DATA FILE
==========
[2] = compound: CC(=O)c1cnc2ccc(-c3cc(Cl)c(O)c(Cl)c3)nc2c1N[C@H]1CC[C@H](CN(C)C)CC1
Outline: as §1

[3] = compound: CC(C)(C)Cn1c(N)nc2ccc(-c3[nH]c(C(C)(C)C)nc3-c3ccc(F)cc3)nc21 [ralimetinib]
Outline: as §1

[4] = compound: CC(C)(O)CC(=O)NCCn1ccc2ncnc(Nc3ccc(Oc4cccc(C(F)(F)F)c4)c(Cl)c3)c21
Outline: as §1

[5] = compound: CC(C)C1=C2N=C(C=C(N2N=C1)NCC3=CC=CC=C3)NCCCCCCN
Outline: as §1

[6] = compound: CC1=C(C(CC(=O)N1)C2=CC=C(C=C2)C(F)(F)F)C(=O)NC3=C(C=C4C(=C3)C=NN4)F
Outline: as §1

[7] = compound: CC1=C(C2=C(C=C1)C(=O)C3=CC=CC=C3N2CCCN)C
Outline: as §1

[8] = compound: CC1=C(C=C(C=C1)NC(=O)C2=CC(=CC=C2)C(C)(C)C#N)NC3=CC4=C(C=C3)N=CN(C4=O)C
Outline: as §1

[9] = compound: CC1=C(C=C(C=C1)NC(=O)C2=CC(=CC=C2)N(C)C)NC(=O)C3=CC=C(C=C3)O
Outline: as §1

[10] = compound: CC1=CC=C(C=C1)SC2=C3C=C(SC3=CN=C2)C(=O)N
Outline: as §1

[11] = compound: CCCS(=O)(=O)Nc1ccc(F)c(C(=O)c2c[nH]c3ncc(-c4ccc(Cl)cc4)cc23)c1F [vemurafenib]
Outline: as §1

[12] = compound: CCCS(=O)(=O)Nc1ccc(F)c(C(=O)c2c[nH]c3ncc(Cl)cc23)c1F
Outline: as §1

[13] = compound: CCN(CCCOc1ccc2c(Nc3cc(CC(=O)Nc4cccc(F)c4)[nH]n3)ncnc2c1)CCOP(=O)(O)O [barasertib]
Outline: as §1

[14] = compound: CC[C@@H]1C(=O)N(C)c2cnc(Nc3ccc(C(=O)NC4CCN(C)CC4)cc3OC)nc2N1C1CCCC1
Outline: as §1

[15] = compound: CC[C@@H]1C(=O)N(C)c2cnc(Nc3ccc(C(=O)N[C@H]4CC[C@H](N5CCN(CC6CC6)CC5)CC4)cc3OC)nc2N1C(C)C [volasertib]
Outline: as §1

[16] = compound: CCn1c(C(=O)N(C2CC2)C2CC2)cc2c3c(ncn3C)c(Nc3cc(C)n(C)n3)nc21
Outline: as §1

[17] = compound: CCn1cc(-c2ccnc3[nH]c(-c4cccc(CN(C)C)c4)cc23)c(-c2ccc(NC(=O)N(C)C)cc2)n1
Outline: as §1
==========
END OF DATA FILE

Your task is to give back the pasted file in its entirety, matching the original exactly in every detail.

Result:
[2] = compound: CC(=O)c1cnc2ccc(-c3cc(Cl)c(O)c(Cl)c3)nc2c1N[C@H]1CC[C@H](CN(C)C)CC1
Outline: as §1

[3] = compound: CC(C)(C)Cn1c(N)nc2ccc(-c3[nH]c(C(C)(C)C)nc3-c3ccc(F)cc3)nc21 [ralimetinib]
Outline: as §1

[4] = compound: CC(C)(O)CC(=O)NCCn1ccc2ncnc(Nc3ccc(Oc4cccc(C(F)(F)F)c4)c(Cl)c3)c21
Outline: as §1

[5] = compound: CC(C)C1=C2N=C(C=C(N2N=C1)NCC3=CC=CC=C3)NCCCCCCN
Outline: as §1

[6] = compound: CC1=C(C(CC(=O)N1)C2=CC=C(C=C2)C(F)(F)F)C(=O)NC3=C(C=C4C(=C3)C=NN4)F
Outline: as §1

[7] = compound: CC1=C(C2=C(C=C1)C(=O)C3=CC=CC=C3N2CCCN)C
Outline: as §1

[8] = compound: CC1=C(C=C(C=C1)NC(=O)C2=CC(=CC=C2)C(C)(C)C#N)NC3=CC4=C(C=C3)N=CN(C4=O)C
Outline: as §1

[9] = compound: CC1=C(C=C(C=C1)NC(=O)C2=CC(=CC=C2)N(C)C)NC(=O)C3=CC=C(C=C3)O
Outline: as §1

[10] = compound: CC1=CC=C(C=C1)SC2=C3C=C(SC3=CN=C2)C(=O)N
Outline: as §1

[11] = compound: CCCS(=O)(=O)Nc1ccc(F)c(C(=O)c2c[nH]c3ncc(-c4ccc(Cl)cc4)cc23)c1F [vemurafenib]
Outline: as §1

[12] = compound: CCCS(=O)(=O)Nc1ccc(F)c(C(=O)c2c[nH]c3ncc(Cl)cc23)c1F
Outline: as §1

[13] = compound: CCN(CCCOc1ccc2c(Nc3cc(CC(=O)Nc4cccc(F)c4)[nH]n3)ncnc2c1)CCOP(=O)(O)O [barasertib]
Outline: as §1

[14] = compound: CC[C@@H]1C(=O)N(C)c2cnc(Nc3ccc(C(=O)NC4CCN(C)CC4)cc3OC)nc2N1C1CCCC1
Outline: as §1

[15] = compound: CC[C@@H]1C(=O)N(C)c2cnc(Nc3ccc(C(=O)N[C@H]4CC[C@H](N5CCN(CC6CC6)CC5)CC4)cc3OC)nc2N1C(C)C [volasertib]
Outline: as §1

[16] = compound: CCn1c(C(=O)N(C2CC2)C2CC2)cc2c3c(ncn3C)c(Nc3cc(C)n(C)n3)nc21
Outline: as §1

[17] = compound: CCn1cc(-c2ccnc3[nH]c(-c4cccc(CN(C)C)c4)cc23)c(-c2ccc(NC(=O)N(C)C)cc2)n1
Outline: as §1